Sample return missions generally have the largest velocity change (ΔV) requirements for a mission to a given body, especially bodies with large gravity wells. For every gram of liftoff mass removed from the return vehicle, the incremental reduction in gross liftoff mass from Earth is several orders of magnitude greater. Consequently, any technology that can reduce the mass that must be lifted out of the target body’s gravity well will have a huge impact on the amount of mass that must be lifted off the Earth’s surface. For an ascent vehicle, regardless of whether a solid, liquid, or hybrid rocket is used, thrusters will be needed for the reaction control system. Studies have shown that above a certain threshold, monopropellant systems become more mass-efficient than cold gas systems. An in-house trade study has shown that for total impulses above 140 N·s, a traditional hydrazine system has less mass than a cold-gas system. The same study also showed that if a foam-based ignition system is used with hydrazine instead of a granular catalyst and external heaters, the breakeven point drops to just 44 N·s. Furthermore, as the total impulse requirement increases, the mass advantage of the foam-based hydrazine system increases significantly. In this project, Ultramet will build upon a recently completed effort in which a foam-based ignition system for hydrazine was designed, fabricated, and hot-fire tested. In particular, modifications will be made to the design to facilitate testing, and more extensive hot-fire testing will be performed.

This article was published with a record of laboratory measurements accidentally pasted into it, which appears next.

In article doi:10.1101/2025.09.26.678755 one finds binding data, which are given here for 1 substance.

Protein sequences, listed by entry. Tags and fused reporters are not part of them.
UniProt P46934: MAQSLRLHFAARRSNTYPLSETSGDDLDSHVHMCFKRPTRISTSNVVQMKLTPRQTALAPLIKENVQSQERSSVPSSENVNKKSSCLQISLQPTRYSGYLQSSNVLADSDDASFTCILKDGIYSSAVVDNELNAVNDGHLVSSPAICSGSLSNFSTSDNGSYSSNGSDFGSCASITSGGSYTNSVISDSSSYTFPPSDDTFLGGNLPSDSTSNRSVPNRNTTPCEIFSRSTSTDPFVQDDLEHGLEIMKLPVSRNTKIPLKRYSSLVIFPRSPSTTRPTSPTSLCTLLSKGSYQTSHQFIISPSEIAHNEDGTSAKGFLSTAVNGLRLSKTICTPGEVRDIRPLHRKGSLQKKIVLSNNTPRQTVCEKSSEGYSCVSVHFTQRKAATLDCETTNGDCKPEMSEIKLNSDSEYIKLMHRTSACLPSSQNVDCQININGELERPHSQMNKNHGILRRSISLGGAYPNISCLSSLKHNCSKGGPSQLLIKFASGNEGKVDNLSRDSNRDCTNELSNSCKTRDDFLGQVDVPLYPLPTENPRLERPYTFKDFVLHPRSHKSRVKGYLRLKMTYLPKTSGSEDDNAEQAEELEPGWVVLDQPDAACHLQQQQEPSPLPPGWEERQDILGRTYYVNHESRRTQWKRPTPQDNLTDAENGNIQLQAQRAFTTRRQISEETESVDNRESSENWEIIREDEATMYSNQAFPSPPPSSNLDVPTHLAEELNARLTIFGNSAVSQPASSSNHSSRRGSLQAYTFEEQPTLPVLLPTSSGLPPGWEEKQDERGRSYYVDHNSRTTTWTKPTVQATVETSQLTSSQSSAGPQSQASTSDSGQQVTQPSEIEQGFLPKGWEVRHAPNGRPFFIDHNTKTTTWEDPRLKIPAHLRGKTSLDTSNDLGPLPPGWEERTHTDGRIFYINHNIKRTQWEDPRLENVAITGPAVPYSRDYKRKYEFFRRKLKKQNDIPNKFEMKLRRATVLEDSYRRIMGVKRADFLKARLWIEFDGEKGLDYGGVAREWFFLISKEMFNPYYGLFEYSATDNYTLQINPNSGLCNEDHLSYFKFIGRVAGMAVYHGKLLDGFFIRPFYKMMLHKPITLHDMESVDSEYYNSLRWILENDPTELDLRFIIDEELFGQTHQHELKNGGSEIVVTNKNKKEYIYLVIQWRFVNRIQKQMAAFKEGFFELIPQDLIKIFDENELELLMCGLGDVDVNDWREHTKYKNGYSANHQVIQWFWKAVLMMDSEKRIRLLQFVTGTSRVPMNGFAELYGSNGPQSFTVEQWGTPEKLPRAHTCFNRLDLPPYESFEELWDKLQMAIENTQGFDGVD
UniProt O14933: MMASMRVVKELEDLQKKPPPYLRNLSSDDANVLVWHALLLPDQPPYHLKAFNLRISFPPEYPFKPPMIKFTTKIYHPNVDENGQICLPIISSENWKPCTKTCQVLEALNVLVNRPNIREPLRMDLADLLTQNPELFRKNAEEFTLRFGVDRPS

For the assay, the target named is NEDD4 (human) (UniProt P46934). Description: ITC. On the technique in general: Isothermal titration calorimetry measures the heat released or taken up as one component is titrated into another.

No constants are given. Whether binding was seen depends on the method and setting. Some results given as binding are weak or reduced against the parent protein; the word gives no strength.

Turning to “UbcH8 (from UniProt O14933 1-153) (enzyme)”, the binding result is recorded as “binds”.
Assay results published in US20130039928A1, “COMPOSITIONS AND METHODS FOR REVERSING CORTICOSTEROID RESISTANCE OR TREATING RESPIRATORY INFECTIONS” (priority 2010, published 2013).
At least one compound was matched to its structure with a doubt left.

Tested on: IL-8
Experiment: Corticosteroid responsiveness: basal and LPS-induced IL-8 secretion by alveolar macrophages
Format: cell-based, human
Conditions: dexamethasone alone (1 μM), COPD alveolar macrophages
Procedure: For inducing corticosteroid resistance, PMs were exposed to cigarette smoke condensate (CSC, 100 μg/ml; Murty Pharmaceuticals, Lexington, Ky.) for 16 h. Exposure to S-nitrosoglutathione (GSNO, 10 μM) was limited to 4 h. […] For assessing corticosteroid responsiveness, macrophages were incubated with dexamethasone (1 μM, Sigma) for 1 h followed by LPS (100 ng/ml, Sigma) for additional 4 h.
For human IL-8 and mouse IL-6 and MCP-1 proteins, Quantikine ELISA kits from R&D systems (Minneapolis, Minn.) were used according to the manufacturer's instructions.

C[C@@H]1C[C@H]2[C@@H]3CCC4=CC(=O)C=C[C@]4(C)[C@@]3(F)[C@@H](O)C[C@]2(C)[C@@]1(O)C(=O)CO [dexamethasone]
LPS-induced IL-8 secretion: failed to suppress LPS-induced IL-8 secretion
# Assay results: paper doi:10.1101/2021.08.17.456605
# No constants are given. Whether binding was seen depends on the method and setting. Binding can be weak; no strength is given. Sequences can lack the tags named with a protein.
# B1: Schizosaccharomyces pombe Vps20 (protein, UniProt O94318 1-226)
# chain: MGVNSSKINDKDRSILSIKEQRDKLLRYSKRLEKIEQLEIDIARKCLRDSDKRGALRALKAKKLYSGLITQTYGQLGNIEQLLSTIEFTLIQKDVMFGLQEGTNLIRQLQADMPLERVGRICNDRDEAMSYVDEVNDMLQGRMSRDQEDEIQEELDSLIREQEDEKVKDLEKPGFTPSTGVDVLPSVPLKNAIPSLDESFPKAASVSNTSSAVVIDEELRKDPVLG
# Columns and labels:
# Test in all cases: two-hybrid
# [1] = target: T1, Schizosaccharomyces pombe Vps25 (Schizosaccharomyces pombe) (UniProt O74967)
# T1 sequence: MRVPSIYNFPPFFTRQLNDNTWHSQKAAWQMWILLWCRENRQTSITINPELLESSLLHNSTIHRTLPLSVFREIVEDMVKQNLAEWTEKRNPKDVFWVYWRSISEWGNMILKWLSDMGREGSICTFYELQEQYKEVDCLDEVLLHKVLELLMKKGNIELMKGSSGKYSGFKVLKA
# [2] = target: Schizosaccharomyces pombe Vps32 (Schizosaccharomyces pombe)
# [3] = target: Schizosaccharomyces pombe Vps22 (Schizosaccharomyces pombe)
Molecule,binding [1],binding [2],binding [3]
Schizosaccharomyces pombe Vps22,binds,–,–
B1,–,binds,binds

Virtually any spacecraft or launch vehicle using monopropellant hydrazine can benefit directly from this technology. Applications include attitude control systems on spacecraft, reaction control systems on launch vehicles, and primary propulsion systems on smallsats and cubesats. Because the technology is fundamentally propellant-agnostic, it can be applied to virtually any monopropellant or non-hypergolic bipropellant system. Other applications include air heaters for hypersonic wind tunnels.
Non-NASA applications include attitude control thrusters on satellites, reaction control thrusters on launch vehicles, and primary propulsion systems on smallsats and cubesats. DoD applications include missile propulsion systems and air heaters for hypersonic wind tunnels. Other potential applications include auxiliary power units and emergency power units on aircraft.